As France’s oldest city, Marseille boasts a unique maritime heritage and a dynamic cultural scene. The revitalized port area, the historic Le Panier neighborhood, and the stunning Basilique Notre-Dame de la Garde, which offers panoramic views of the city, are key highlights.


Known as “La Ville Rose” (The Pink City) due to the terra-cotta bricks used in much of its architecture, Toulouse is renowned for its vibrant atmosphere and youthful energy, partly due to its large student population. Key attractions include the Basilique Saint-Sernin and the Cité de l’Espace (Space City).


This northern city is known for its robust art scene and historic architecture, with the Palais des Beaux-Arts being one of France’s largest museums. Lille’s lively markets and festivals, such as the Braderie de Lille, offer a deep dive into local culture and traditions.



Sitting near the border with Germany, Strasbourg is the formal seat of the European Parliament and presents a charming blend of French and German cultures. Its Gothic cathedral with its famous astronomical clock and the picturesque “La Petite France” neighborhood are highlights.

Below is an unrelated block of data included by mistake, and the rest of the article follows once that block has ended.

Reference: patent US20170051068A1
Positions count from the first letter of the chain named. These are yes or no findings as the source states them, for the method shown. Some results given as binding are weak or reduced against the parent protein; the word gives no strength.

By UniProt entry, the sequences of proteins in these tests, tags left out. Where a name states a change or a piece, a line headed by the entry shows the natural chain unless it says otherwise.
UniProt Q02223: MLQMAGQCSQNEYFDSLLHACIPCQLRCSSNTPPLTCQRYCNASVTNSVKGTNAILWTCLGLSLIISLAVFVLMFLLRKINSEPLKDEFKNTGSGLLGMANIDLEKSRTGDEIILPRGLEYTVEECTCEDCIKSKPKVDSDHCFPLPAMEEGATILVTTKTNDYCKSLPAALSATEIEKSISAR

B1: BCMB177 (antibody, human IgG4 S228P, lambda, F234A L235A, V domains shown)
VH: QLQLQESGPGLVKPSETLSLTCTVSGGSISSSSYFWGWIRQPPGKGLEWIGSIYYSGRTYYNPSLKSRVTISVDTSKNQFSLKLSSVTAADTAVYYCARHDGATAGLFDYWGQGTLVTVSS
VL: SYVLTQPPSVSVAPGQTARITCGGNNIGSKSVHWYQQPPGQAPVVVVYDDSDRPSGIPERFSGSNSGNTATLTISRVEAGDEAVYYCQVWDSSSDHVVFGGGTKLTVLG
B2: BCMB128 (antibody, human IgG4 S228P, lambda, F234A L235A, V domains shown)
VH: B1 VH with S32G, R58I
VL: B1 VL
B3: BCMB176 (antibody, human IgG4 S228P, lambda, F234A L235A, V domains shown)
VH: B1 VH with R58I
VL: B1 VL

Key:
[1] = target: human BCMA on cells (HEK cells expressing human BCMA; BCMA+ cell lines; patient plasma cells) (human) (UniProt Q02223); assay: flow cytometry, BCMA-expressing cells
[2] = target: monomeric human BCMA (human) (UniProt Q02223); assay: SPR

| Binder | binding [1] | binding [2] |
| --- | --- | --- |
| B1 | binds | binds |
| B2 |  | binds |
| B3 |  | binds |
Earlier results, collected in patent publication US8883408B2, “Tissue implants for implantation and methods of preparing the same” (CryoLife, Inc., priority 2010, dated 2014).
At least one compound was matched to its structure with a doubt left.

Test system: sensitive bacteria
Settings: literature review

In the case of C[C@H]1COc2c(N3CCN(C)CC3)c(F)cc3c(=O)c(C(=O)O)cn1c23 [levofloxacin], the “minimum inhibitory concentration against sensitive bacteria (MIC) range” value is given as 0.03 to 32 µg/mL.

A dynamic city known for its medieval streets and youthful vibrancy, Montpellier is a blend of historic and modern architecture, exemplified by the Antigone district and the old town. It’s also close to the Mediterranean coast, making it popular for those seeking both culture and relaxation.

Regions in France

France offers an incredible array of outdoor landscapes that cater to all kinds of adventurers, from beach lovers to mountain hikers. Here’s a look at some of the most popular outdoor regions in France that attract nature enthusiasts and active travelers.

The French Riviera

The French Riviera, or Côte d’Azur, is synonymous with glamour and luxury, featuring a stunning coastline that stretches from Saint-Tropez to the Italian border. Renowned for its pristine beaches, upscale resorts, and vibrant nightlife, the Riviera offers ample opportunities for water sports and yachting. Towns like Nice, Cannes, and Monaco are hotspots for cultural festivals and bustling markets, attracting visitors with their unique blend of natural beauty and cosmopolitan flair.

The French Alps

The Alps are a haven for winter sports enthusiasts and a major destination for skiing, snowboarding, and mountaineering. Towns like Chamonix, Courchevel, and Méribel offer world-class ski resorts. In the summer, the region transforms into a popular spot for hiking, climbing, and paragliding, with stunning views of snowy peaks and lush valleys.


Provence is celebrated for its scenic beauty, characterized by rolling vineyards, vibrant lavender fields, and historic hilltop villages. The region offers numerous outdoor activities, including hiking in the rugged landscapes of the Luberon and exploring the extraordinary rock formations in the Calanques National Park. The area’s rich cultural heritage and tranquil countryside also make it a perfect destination for those seeking relaxation amidst nature.